3 Ways Stephen Hawking Revealed Possibilities for People with Disabilities

In a May 2011 interview with the New York Times, journalist Claudia Dreifus asked Stephen Hawking, “Given all you’ve experienced, what words would you offer someone who has been diagnosed with a serious illness, perhaps A.L.S.?”

Hawking, who prepared his answers ahead of the in-person interview, answered: “My advice to other disabled people would be, concentrate on things your disability doesn’t prevent you doing well, and don’t regret the things it interferes with. Don’t be disabled in spirit, as well as physically.”

Hawking’s progressive and positive attitude toward disability here exemplifies everything Easterseals works toward every day: A world in which people with disabilities can achieve their goals without barriers; the notion that disability isn’t something to fear or regret, rather it’s a natural part of life.

Let’s dig a little deeper into his wise words:

  1. Concentrate on things your disability doesn’t prevent you doing well: Certain things may be harder to accomplish with a disability, but that doesn’t mean that everything will be. Everyone is uniquely capable of contributing talent, perspective, and skill to make an impact. Hawking was a wonderful example of this. We help people of all abilities make their unique impact at Easterseals, with the right supports and resources. We are confident that one of the next world-changers will be a part of the Easterseals family.
  2.  Don’t regret the things (your disability) interferes with: Hawking was diagnosed with A.L.S. in 1963 at the age of 21. Following his diagnosis he resisted using a wheelchair. Becoming a person with a disability later in life (as opposed to being born with a disability) was hard on him. However, he eventually let go of regret and focused on what he was good at and what he was put on this earth to do. He embraced assistive technology to continue his groundbreaking work, and had a hand in developing and advancing the programs he used. Later he became a vocal disability advocate, taking part in the Charter for the Third Millennium on Disability, which stated: “In the 21st century, we must insist on the same human and civil rights for people with disabilities as for everyone else.”
  3. Don’t be disabled in spirit as well as physically: The experience of being human includes disability. We all have the capacity to reach for our wildest dreams, live the fullest lives, and make the greatest change in the world – not in spite of perceived limitations, sometimes because of them. It is what makes us unique, genuine and complete. Hawking calls us all to not be a barrier to ourselves while navigating difficulties in life. Do not stifle the dreams you were born to realize.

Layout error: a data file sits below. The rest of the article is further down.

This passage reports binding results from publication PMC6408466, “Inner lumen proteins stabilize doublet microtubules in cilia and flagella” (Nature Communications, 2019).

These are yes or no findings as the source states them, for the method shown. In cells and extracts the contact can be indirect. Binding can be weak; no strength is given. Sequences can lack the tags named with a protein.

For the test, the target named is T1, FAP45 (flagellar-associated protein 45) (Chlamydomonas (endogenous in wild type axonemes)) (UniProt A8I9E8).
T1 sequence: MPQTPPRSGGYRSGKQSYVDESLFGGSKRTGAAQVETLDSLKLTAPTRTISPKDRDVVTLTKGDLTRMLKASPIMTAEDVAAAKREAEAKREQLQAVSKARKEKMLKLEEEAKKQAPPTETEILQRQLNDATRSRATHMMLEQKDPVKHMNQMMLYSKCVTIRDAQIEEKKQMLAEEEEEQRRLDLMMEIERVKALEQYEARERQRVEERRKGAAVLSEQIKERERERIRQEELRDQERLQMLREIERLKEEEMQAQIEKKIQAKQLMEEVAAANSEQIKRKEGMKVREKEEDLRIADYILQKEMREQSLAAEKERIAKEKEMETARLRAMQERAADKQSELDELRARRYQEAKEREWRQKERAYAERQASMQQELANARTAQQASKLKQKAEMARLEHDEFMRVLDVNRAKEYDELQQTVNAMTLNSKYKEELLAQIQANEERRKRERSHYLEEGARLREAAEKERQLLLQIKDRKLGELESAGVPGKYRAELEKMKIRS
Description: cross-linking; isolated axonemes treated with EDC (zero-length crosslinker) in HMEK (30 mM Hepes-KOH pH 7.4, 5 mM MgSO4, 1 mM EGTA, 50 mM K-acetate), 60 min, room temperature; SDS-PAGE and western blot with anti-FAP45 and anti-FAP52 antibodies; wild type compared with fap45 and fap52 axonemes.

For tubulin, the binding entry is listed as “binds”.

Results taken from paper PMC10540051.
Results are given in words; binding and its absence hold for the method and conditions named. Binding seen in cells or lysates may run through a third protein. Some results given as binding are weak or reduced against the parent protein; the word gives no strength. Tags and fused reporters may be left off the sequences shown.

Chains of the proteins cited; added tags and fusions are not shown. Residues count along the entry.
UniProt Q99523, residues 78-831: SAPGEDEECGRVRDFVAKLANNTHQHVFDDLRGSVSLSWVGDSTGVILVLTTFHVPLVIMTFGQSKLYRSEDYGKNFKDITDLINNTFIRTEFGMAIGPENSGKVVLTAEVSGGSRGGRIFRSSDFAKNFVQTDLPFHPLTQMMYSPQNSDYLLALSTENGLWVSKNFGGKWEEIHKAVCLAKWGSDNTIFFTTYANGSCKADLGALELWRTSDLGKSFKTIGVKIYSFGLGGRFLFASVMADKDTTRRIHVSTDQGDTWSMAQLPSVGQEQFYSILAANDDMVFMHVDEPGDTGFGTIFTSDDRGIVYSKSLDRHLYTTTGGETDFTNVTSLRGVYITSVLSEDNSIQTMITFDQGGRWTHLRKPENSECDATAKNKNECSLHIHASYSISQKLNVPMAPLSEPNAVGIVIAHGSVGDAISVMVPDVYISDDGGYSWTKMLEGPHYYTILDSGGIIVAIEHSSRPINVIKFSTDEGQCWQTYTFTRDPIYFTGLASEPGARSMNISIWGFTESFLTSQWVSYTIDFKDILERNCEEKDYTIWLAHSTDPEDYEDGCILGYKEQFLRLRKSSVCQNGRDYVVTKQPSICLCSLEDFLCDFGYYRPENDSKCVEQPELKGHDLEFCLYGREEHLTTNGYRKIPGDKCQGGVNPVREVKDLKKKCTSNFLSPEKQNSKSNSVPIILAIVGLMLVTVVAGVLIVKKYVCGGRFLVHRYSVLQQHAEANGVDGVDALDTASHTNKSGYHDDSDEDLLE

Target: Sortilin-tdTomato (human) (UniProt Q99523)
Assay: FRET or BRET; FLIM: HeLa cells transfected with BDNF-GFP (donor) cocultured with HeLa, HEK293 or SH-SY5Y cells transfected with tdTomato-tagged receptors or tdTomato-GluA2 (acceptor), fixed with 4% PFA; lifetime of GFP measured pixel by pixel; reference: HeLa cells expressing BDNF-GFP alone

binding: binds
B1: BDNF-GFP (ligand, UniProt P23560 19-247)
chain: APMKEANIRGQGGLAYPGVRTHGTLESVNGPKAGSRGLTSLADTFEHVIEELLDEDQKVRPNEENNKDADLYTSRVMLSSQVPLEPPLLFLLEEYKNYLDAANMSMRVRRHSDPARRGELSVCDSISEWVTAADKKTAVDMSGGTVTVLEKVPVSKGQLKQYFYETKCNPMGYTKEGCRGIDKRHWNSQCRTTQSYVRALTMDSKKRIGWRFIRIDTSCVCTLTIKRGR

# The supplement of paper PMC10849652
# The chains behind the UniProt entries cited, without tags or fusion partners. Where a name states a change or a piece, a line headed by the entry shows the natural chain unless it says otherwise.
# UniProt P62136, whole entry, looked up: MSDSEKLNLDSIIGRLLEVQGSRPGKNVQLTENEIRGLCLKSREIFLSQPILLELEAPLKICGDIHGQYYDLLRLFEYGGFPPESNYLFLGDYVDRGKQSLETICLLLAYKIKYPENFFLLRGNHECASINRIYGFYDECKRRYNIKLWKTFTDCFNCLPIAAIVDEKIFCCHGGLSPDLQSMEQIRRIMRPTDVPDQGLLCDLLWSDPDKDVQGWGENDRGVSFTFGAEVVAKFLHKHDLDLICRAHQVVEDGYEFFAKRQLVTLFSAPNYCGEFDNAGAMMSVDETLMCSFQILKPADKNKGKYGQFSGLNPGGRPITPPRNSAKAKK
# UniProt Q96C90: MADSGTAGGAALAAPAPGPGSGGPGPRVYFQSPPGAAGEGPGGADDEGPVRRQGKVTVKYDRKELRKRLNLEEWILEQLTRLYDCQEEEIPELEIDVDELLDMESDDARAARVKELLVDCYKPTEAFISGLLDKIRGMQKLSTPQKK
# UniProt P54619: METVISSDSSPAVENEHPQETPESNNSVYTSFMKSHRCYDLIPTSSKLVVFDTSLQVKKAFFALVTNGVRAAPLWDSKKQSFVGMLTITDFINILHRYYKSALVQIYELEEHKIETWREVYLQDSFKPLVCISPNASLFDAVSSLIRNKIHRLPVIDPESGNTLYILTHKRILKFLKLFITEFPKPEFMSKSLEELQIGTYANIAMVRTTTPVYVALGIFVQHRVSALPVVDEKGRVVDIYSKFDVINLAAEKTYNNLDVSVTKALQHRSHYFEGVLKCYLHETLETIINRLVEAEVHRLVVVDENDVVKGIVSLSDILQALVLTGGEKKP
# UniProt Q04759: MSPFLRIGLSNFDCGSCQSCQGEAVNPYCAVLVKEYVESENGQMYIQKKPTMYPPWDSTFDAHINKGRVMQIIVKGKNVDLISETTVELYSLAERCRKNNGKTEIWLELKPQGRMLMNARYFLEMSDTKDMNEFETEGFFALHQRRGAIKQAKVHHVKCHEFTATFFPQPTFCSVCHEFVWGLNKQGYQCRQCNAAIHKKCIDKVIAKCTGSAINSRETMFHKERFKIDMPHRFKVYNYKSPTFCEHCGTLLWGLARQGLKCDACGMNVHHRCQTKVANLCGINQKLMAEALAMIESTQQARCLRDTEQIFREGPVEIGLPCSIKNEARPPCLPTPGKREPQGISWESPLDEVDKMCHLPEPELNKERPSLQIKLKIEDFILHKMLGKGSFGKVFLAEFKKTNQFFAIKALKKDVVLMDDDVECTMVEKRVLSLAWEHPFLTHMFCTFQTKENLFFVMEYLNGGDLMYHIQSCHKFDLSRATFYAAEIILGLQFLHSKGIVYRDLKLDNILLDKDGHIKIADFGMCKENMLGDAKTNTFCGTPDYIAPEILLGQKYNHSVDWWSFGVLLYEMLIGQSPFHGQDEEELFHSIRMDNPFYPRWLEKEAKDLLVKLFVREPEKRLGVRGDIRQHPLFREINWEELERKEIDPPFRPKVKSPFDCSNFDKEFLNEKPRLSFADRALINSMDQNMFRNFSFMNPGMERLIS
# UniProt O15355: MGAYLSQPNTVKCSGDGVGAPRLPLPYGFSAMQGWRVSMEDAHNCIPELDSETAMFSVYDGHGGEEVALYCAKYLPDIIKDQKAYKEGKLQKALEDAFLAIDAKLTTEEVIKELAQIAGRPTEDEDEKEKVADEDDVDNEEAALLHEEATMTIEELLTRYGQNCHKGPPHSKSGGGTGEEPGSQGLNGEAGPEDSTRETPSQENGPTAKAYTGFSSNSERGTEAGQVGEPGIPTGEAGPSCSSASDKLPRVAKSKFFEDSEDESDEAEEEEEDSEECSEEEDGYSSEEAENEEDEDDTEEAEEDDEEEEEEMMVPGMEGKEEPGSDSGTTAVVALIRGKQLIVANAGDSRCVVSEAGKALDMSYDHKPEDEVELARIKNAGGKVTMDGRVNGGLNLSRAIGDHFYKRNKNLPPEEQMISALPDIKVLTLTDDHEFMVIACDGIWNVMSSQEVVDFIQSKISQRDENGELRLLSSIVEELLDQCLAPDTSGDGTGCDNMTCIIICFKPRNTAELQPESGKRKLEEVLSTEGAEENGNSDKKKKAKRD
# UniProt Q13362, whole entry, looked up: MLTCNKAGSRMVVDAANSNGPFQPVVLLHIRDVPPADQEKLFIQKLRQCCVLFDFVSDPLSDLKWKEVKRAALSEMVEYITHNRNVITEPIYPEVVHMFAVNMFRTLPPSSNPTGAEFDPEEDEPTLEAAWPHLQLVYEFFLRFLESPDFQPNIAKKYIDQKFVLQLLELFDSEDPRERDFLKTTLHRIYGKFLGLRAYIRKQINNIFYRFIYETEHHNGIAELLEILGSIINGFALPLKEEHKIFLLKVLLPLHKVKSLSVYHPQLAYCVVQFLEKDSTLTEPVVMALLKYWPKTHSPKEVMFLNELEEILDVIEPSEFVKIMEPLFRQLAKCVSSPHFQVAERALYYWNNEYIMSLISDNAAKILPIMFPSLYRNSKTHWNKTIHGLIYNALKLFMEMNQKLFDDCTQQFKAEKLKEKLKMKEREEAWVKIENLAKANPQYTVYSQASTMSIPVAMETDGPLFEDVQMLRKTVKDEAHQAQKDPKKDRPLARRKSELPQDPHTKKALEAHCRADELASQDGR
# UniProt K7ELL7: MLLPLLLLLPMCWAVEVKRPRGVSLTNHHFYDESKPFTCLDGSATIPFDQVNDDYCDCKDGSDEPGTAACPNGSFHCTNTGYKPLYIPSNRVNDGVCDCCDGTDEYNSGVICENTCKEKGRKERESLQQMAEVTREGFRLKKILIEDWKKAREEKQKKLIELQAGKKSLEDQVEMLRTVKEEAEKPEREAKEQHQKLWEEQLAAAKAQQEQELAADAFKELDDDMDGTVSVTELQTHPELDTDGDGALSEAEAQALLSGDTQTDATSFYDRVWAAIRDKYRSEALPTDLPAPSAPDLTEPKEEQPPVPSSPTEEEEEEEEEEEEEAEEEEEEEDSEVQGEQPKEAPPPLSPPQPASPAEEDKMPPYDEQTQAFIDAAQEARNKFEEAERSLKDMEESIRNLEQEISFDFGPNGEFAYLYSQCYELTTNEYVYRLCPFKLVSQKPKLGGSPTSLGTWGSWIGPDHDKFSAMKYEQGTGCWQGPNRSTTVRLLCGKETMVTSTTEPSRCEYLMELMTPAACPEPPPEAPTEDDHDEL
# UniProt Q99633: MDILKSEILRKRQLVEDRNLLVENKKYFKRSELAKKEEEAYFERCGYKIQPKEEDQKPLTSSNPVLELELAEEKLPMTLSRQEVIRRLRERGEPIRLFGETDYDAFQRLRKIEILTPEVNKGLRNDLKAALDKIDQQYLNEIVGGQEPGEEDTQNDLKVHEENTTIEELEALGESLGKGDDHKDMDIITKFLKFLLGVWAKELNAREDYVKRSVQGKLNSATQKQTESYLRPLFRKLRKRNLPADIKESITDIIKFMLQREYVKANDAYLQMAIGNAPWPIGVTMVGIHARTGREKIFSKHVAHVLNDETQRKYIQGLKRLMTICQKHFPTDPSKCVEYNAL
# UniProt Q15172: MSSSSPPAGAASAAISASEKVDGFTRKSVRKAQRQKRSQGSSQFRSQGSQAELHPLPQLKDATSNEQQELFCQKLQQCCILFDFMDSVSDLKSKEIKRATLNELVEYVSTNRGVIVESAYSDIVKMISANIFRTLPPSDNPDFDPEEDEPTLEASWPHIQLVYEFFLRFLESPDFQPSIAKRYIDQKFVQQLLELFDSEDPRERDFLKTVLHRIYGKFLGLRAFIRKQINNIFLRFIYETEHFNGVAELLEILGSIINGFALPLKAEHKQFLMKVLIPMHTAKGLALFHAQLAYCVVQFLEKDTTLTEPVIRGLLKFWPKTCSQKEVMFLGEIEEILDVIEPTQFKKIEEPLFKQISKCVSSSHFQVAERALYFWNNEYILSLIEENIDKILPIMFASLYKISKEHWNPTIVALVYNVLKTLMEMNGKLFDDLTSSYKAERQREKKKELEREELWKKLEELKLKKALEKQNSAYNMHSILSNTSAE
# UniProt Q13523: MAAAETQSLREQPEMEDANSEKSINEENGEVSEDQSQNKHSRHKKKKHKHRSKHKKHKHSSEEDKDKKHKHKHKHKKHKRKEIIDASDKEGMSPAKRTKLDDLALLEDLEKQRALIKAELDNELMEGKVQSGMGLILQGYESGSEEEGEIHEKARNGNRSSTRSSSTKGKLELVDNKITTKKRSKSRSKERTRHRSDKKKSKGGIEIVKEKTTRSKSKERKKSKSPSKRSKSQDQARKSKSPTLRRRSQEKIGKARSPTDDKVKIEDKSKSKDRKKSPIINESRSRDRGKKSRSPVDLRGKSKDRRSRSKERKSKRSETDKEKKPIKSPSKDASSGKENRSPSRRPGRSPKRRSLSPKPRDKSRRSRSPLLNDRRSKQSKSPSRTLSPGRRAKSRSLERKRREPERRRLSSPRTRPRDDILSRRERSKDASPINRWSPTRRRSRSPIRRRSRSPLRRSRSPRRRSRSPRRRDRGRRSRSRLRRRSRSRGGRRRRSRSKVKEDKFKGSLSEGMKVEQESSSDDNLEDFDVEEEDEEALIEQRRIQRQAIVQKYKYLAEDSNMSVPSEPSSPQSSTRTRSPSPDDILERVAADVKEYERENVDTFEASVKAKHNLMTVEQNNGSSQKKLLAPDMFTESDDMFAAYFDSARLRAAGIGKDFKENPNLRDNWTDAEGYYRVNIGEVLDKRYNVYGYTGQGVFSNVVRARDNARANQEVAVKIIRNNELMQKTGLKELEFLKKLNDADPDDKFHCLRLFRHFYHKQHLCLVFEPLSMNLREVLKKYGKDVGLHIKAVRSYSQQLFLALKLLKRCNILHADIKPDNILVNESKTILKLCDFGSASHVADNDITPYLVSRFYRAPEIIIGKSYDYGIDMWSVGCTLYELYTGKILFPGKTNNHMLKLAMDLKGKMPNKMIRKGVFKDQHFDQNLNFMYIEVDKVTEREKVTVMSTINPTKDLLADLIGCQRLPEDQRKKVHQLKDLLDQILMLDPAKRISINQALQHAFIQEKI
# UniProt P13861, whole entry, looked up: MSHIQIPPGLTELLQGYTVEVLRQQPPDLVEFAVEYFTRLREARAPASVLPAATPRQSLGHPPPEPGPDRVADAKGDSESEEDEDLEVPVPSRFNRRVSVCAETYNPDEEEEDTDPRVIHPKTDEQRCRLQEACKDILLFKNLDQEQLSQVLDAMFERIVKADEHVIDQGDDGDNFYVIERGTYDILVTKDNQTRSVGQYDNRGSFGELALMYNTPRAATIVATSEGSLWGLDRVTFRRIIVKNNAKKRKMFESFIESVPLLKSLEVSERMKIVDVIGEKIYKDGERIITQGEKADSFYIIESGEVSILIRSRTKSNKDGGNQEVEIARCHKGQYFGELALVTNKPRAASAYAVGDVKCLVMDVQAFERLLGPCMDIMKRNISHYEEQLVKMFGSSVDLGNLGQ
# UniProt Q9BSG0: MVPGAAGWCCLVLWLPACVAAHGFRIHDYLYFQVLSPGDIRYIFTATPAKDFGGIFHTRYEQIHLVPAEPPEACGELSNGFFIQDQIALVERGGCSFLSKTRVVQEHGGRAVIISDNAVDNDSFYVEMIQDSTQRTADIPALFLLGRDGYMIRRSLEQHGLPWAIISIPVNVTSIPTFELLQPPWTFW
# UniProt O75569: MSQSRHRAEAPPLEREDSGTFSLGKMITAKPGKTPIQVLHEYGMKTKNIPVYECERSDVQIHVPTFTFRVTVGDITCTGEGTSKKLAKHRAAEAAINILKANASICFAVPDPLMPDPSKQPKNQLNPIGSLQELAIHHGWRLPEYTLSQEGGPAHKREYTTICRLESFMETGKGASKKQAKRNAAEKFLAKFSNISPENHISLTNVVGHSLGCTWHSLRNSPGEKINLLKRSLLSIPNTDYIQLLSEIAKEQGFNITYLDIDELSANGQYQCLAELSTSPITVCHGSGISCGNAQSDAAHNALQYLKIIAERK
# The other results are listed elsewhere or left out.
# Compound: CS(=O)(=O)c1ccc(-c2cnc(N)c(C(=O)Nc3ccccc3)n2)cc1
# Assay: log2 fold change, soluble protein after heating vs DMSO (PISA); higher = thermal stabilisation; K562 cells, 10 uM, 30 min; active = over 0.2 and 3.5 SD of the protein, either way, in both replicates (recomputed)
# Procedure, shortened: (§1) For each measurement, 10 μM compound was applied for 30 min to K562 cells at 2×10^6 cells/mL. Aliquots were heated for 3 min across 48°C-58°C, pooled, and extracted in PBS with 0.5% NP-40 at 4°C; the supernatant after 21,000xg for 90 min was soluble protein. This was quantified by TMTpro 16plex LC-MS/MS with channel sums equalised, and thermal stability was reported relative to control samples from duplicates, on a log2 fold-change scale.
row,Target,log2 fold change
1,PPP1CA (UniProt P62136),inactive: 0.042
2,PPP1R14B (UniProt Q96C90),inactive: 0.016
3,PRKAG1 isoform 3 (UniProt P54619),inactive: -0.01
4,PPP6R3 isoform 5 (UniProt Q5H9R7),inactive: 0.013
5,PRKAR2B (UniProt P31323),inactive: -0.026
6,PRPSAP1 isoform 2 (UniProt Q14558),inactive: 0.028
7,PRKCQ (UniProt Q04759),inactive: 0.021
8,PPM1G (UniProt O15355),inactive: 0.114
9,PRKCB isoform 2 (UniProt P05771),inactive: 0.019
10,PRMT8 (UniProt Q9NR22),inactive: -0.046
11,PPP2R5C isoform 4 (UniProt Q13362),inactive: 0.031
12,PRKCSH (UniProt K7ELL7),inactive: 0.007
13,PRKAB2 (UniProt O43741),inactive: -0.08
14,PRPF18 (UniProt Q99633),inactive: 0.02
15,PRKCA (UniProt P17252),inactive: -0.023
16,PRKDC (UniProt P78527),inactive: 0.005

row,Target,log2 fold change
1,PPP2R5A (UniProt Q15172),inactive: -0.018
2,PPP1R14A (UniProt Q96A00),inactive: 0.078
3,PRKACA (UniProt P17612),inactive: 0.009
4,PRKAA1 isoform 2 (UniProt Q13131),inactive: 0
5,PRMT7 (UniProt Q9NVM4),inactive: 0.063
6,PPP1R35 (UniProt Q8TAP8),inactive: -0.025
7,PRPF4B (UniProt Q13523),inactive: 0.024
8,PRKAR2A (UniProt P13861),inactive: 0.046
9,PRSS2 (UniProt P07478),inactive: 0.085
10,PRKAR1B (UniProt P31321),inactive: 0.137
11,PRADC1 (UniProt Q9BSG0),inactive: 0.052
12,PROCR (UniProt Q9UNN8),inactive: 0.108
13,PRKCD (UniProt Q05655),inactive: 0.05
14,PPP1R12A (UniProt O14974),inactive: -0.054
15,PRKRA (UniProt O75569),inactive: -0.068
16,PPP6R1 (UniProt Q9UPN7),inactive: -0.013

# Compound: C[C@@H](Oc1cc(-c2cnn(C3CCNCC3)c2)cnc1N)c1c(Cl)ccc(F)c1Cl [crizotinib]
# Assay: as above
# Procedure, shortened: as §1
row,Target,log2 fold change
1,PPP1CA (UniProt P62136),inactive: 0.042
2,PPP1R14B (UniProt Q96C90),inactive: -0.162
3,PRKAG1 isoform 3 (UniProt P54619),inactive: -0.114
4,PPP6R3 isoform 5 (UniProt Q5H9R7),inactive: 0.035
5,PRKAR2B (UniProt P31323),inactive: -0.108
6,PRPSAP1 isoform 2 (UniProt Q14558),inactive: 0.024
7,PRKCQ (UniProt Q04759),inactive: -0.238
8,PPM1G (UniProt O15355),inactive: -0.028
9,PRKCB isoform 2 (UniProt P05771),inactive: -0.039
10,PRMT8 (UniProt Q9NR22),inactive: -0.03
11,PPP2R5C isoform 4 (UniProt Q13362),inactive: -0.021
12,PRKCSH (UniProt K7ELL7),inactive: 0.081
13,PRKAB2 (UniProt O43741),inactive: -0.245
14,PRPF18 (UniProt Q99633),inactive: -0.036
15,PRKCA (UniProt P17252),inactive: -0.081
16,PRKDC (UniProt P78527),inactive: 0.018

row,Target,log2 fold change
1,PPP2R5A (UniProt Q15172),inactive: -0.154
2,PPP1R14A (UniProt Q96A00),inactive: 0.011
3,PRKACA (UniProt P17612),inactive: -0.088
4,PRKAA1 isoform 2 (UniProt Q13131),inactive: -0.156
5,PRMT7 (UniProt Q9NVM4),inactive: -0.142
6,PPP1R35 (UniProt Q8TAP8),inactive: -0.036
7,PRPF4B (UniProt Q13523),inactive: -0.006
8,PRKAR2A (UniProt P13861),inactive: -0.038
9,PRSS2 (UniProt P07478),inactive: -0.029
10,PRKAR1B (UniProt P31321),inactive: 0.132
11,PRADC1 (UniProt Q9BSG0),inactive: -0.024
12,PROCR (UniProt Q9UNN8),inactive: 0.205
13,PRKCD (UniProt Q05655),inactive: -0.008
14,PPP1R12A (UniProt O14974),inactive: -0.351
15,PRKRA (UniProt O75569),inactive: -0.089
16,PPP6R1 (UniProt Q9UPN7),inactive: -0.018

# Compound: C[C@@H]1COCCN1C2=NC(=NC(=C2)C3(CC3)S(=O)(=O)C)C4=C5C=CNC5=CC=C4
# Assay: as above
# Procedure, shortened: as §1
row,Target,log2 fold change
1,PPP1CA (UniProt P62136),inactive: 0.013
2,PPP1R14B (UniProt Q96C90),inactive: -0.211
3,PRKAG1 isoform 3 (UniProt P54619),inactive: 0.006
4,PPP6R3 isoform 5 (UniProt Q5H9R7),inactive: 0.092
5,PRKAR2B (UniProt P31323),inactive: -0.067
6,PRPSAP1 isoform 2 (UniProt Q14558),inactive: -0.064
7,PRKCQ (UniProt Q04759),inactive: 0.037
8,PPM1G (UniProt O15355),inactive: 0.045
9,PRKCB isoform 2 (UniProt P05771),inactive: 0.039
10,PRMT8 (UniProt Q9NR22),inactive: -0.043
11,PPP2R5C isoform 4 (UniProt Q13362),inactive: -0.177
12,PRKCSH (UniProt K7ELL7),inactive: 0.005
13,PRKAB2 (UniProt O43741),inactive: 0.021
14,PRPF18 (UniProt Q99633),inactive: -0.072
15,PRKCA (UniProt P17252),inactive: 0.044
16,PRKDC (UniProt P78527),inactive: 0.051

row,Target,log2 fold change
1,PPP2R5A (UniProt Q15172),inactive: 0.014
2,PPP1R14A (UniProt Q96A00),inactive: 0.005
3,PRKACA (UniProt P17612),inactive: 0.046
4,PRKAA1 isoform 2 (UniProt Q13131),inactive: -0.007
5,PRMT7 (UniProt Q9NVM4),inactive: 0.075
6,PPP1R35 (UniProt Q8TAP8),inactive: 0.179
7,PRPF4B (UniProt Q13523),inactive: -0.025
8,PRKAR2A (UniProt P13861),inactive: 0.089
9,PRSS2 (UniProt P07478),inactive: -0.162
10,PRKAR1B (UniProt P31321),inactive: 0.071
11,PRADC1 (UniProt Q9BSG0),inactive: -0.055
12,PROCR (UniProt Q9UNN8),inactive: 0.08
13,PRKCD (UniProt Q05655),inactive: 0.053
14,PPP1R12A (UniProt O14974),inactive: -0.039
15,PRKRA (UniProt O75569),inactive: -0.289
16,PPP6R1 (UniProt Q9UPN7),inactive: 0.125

For Hawking, the limits of what was possible were vast. He made us consider not just the wonder of the stars, but the wonder of our existence. We remember him as one of the great minds of our time, but I hope we also remember him as an important figure in the timeline of disability history.

I’ll leave you with another wonderful quote from this same interview: “Obviously, because of my disability, I need assistance. But I have always tried to overcome the limitations of my condition and lead as full a life as possible. I have traveled the world, from the Antarctic to zero gravity. Perhaps one day I will go into space.”

Connect with Angela: LinkedIn | Twitter

More blog posts by Angela Williams:

 

Accessibility Means Being Part Of The Community

Erin Hawley

Erin Hawley

Accessibility breaks barriers. It’s not just about navigating a space using a wheelchair, or working in a scent-free environment; these are both part of a bigger, more important consideration – that disabled people should have access to the community.

Visiting friends or going to a restaurant means calling ahead to check if a place is accessible, researching public transit routes, and hoping subway elevators aren’t down for maintenance. Leaving your house is a gamble, and a drain on physical, financial, and/or emotional resources. For me, attending any type of gaming convention (I’m a huge nerd) needs lots of planning and checking in with game designers to see if their event is accessible for me; sometimes I can play, sometimes I can’t. And while the games I do play are exciting and memorable, I can’t help but think of all I am missing out on.

This feeling translates across every facet of my social life, from friend’s parties, to concerts, to historical tours, to vacations and weddings and volunteer opportunities. I do a lot of fun and meaningful things via online communities, like Easterseals Thrive, but I don’t always feel part of an offline, local community beyond my immediate family – and sometimes that hurts.

Inaccessibility leads to isolation, to feeling like you are not wanted in a space. Inaccessibility is mostly a result of ignorance and the belief that disabled people don’t go out in the community. I can tell you that most of us do, but more of us would go out if things were accessible. I want to be more involved with my local community, but I am often reminded that I am not welcome here. My town prioritizes history and old-time charm over accessibility, and any attempt at change, or even dialogue, is met with scorn.

But there’s room for hope. Easterseals affiliates and organizations across the nation are working toward community access equality. Easterseals Project Action Consulting offers travel training based on the Americans with Disabilities Act. Many affiliates, like Easterseals New Jersey, offer Day Habilitation, a program that gets disabled people involved in social settings with peers and in the community. These services are crucial, and will change how society views and treats disabled people.